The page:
The research will use a case study involving parents with young children who are deciding whether or not to vaccinate their children. It will look at the social media world of the parents, examining what kinds of health information parents see and share on the platforms they use most frequently, including Facebook, Instagram and WhatsApp.
Wellcome said that problems associated with viral misinformation – or fake news – is well documented with regards to politics and international affairs, but less so for health information. It cited recent research from the Massachusetts Institute of Technology that fake news is 70 per cent more likely than verified news to be retweeted. Wellcome said the spread of health misinformation on social media could be having an impact on the decisions people make about how to keep themselves and their families healthy.
Participants will use digital diaries to post screenshots of the information appearing on their social media feeds, capturing their engagement with health information and what it means to them. The digital diaries will be followed by interviews in participants’ homes to discover how they evaluate the truthfulness and accuracy of information and why they share health information with others.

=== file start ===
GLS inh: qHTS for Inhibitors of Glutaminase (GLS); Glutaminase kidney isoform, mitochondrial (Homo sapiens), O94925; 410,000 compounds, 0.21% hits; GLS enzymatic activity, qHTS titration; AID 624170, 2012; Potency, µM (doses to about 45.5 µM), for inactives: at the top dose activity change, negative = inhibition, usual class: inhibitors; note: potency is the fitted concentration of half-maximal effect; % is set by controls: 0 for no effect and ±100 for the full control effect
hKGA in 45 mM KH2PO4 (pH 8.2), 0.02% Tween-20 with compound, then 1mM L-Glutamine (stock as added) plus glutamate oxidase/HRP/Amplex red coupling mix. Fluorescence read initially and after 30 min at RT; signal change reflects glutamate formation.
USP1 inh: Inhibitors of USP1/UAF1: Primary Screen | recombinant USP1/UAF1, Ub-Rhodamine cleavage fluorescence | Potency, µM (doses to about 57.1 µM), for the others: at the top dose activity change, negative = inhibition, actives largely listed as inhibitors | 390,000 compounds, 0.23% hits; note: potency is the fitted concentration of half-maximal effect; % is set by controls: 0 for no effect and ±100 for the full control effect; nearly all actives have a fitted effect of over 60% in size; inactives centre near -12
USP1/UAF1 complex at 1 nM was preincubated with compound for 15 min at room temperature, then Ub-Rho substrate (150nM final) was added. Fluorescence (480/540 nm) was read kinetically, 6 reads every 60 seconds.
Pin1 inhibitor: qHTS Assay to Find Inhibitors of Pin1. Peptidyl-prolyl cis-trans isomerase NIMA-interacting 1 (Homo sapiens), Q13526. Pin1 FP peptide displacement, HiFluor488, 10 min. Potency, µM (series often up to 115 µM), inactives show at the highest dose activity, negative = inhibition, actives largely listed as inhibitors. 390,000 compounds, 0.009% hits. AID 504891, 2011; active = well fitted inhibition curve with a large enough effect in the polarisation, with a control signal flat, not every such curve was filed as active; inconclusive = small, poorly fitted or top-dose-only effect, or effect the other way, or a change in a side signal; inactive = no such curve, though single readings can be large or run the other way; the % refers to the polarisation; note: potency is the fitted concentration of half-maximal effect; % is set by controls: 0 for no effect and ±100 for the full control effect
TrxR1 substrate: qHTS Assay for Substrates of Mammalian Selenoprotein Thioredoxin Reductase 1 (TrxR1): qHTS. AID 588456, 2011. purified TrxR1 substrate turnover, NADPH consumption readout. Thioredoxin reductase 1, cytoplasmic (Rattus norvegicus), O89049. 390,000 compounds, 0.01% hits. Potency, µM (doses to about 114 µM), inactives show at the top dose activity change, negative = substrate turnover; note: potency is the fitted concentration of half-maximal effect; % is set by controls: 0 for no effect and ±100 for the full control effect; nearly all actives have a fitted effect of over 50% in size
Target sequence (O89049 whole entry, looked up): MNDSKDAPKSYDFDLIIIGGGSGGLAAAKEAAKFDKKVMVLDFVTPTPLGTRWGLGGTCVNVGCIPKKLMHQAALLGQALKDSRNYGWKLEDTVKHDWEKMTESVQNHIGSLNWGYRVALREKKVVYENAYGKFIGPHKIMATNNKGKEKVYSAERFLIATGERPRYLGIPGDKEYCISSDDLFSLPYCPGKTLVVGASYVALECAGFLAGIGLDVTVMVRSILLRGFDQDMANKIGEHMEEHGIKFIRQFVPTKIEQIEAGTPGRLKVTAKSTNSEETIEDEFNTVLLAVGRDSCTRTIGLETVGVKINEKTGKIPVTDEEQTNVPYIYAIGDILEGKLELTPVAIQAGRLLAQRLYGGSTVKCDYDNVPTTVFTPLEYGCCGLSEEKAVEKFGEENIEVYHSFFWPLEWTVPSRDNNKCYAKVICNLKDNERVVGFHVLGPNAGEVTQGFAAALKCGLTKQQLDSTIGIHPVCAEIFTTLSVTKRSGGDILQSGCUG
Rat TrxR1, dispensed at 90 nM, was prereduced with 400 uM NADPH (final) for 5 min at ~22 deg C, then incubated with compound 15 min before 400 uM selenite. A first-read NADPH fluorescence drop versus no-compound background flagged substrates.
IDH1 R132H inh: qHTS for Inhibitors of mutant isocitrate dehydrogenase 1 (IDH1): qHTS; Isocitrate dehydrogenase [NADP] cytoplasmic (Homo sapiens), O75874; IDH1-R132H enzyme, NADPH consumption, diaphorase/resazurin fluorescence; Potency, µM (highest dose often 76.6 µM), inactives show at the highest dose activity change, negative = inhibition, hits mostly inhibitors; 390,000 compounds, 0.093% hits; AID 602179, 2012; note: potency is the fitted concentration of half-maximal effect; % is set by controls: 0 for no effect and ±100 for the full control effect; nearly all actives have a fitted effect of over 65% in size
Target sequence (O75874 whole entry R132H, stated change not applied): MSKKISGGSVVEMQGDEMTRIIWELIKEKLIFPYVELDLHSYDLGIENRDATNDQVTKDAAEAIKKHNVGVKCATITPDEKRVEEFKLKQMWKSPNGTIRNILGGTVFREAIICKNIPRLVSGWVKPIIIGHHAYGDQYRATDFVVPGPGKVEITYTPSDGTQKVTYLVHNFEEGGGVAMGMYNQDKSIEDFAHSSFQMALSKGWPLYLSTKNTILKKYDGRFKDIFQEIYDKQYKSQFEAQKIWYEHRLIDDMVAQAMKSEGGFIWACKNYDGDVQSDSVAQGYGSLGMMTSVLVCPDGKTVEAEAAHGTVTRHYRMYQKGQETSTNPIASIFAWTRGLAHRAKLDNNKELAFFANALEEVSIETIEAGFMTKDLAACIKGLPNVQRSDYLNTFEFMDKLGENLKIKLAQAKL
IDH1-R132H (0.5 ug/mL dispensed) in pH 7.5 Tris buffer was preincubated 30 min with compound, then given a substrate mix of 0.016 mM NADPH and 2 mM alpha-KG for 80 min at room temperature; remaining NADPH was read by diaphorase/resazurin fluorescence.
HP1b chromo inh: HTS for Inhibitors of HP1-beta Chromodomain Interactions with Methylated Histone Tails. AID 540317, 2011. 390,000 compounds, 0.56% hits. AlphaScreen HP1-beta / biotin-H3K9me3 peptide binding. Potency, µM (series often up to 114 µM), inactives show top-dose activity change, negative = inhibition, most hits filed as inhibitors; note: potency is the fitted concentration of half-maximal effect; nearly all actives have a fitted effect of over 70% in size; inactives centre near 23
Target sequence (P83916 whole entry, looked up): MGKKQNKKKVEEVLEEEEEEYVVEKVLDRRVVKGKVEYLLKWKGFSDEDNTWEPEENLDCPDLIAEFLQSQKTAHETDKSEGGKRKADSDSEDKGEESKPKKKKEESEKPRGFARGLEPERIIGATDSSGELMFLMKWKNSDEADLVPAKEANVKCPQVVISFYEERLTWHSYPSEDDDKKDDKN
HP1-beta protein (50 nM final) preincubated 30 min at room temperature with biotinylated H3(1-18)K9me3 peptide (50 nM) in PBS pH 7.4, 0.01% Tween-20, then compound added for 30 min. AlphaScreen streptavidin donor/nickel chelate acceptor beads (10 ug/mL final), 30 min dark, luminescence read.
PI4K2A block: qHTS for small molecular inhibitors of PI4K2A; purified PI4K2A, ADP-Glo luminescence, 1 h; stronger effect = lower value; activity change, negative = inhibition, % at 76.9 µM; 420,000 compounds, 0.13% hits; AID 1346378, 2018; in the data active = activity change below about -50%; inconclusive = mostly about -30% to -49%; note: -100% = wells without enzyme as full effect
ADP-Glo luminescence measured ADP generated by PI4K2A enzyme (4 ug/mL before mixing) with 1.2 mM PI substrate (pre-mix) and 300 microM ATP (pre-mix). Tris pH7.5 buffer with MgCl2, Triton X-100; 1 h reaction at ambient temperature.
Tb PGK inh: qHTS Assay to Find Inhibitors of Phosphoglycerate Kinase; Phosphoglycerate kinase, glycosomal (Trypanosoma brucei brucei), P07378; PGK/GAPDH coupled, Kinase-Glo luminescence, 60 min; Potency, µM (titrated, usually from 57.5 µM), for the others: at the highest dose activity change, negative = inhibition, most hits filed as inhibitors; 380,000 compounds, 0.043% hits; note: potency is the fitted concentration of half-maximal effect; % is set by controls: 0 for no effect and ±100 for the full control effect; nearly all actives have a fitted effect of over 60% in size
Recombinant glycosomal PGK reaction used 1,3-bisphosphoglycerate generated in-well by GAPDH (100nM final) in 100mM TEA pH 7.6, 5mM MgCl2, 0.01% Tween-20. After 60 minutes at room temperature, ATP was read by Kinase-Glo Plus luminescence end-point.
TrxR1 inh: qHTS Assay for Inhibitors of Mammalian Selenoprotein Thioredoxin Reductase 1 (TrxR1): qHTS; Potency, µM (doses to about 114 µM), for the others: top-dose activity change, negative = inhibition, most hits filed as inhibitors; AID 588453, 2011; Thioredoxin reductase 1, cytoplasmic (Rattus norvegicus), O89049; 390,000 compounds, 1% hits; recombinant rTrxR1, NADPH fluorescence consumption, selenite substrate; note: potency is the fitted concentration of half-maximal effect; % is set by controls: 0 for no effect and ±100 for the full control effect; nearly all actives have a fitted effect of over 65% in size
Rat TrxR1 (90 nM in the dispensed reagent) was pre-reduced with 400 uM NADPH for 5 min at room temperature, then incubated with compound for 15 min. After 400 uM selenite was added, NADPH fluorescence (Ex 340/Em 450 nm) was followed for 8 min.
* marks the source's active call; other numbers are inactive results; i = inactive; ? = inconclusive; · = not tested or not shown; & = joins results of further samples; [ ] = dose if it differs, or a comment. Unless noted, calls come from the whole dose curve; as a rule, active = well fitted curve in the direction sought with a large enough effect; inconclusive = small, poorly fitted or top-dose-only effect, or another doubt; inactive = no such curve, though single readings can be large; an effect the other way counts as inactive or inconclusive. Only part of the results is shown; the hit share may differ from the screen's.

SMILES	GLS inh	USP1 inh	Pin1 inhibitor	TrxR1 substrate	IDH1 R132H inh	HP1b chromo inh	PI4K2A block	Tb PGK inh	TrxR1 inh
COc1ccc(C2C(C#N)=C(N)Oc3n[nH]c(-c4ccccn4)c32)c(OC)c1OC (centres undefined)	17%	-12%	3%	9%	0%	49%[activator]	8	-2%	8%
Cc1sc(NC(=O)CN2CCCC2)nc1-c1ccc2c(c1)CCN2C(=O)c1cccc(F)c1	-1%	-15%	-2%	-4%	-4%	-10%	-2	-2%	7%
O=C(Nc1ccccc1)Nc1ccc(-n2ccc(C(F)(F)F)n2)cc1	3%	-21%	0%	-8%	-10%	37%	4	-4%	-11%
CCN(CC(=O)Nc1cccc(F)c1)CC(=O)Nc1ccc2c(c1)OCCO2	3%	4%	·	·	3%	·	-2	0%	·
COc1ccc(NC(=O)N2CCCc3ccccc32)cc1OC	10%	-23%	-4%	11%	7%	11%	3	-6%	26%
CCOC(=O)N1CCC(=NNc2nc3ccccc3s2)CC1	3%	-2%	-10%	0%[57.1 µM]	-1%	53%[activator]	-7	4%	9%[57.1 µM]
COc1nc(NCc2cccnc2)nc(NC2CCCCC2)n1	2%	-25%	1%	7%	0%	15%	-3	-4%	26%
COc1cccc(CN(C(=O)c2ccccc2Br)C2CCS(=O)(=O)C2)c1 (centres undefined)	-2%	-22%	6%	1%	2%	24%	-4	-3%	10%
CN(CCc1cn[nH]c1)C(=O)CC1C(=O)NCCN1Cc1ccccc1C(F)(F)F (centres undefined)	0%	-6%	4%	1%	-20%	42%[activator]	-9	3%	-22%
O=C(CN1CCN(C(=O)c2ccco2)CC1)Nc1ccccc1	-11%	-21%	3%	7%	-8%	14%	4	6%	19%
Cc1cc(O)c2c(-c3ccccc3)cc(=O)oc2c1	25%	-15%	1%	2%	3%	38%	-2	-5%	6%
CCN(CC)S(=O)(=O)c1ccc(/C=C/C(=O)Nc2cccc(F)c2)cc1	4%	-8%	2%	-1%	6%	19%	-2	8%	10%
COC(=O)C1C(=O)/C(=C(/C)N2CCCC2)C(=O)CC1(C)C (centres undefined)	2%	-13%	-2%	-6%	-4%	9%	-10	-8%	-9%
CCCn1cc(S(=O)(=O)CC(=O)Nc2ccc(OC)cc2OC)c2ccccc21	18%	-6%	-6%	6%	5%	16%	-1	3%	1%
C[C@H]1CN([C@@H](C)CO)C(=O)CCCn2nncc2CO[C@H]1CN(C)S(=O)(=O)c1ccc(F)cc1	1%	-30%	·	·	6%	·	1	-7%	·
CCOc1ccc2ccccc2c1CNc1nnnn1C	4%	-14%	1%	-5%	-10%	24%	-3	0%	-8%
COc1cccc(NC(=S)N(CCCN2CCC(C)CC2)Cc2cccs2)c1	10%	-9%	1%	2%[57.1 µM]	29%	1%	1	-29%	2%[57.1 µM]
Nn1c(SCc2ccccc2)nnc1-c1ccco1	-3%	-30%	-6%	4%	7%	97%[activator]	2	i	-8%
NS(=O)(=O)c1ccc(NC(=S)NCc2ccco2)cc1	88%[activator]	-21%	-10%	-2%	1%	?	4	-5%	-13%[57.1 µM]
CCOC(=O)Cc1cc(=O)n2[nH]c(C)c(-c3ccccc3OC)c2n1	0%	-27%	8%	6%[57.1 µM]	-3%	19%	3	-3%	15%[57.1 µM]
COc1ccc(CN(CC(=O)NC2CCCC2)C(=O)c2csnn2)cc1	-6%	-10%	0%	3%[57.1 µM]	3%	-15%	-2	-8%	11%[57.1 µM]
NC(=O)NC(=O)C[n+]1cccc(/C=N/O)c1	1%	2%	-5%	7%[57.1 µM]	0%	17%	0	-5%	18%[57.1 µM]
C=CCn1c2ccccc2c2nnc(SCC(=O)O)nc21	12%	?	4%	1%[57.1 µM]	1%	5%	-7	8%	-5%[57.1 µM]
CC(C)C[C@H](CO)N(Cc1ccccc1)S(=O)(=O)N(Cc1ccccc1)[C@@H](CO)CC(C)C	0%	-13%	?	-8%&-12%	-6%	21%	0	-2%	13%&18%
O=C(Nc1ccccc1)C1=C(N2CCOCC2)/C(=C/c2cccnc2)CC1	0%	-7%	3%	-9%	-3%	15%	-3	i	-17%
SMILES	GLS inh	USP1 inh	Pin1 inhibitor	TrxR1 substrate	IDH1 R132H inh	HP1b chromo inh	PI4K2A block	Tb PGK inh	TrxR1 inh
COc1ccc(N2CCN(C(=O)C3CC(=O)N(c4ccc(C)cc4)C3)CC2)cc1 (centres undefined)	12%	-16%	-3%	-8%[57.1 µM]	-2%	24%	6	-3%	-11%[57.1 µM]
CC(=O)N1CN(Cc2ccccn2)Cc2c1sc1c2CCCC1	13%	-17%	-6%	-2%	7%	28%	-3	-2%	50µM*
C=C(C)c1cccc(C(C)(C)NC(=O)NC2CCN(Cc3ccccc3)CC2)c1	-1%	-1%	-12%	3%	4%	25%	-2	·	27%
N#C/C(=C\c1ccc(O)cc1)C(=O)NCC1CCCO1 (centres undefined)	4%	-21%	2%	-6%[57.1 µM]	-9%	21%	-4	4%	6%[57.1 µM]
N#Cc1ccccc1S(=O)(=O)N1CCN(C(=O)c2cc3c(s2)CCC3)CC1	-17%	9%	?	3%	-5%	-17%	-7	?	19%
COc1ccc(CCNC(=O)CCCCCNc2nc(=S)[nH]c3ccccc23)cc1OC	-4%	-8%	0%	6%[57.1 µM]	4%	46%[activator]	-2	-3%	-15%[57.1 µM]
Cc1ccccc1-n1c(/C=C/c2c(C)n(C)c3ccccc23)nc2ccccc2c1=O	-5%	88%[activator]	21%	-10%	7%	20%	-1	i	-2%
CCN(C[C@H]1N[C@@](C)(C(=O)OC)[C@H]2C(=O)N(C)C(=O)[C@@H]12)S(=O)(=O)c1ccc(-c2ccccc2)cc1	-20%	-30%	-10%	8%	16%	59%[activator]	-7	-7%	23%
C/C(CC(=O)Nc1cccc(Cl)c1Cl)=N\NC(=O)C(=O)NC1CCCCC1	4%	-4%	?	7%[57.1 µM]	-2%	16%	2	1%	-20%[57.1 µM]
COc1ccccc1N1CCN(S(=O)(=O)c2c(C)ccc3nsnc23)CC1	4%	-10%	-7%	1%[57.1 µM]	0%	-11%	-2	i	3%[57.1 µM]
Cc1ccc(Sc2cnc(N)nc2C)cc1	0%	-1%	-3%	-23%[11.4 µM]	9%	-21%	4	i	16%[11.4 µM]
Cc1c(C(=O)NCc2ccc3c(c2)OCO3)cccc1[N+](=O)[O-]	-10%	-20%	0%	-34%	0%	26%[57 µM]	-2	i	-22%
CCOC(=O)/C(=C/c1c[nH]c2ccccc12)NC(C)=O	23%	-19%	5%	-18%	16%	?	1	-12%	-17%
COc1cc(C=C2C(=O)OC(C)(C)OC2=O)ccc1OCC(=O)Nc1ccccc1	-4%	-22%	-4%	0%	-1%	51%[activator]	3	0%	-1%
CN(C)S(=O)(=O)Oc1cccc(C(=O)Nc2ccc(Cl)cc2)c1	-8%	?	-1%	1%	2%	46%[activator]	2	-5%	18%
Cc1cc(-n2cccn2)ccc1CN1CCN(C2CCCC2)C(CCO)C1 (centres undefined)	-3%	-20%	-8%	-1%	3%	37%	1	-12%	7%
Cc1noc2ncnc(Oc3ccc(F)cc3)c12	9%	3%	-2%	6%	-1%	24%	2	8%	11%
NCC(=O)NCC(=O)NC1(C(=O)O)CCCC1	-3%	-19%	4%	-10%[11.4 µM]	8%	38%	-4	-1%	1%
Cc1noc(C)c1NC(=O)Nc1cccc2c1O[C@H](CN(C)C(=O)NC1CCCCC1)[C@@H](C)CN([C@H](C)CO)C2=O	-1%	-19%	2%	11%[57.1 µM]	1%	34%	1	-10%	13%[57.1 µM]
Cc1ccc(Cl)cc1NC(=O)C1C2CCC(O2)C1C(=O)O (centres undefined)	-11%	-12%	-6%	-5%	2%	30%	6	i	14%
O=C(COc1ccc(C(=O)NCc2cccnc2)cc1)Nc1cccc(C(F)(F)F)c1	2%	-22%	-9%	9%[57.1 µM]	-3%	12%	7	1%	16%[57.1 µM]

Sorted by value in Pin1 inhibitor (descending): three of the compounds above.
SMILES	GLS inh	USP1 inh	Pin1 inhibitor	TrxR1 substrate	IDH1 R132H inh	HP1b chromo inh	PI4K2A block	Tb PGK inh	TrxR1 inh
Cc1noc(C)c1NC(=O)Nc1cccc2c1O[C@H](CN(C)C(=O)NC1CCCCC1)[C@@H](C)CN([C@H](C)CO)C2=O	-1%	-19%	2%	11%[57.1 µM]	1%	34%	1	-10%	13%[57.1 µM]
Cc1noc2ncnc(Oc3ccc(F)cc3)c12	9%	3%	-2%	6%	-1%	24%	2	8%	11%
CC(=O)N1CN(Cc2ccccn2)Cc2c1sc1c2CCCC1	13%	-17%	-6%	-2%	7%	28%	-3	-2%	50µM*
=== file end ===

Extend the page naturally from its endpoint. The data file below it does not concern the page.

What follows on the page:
Wellcome will use the results to consider whether the spread of health information on social media is an issue that they could take meaningful action on and, if so, identify potential design opportunities for interventions that would empower people to access, use and evaluate health information on social media.
Farrah Nazir, acting creative & partnerships lead at Wellcome, said: "Finding ways that help the public play their own role in Wellcome’s mission to improve health is core to our work in public engagement. We want to empower more people to feel able to access, challenge and respond to health research.
"To do that, we need clearer understanding of how people use and share health information, and must understand their experience of health and science. We’re excited about this collaboration with Shift because of its potential to provide evidence and real insight into a complex issue."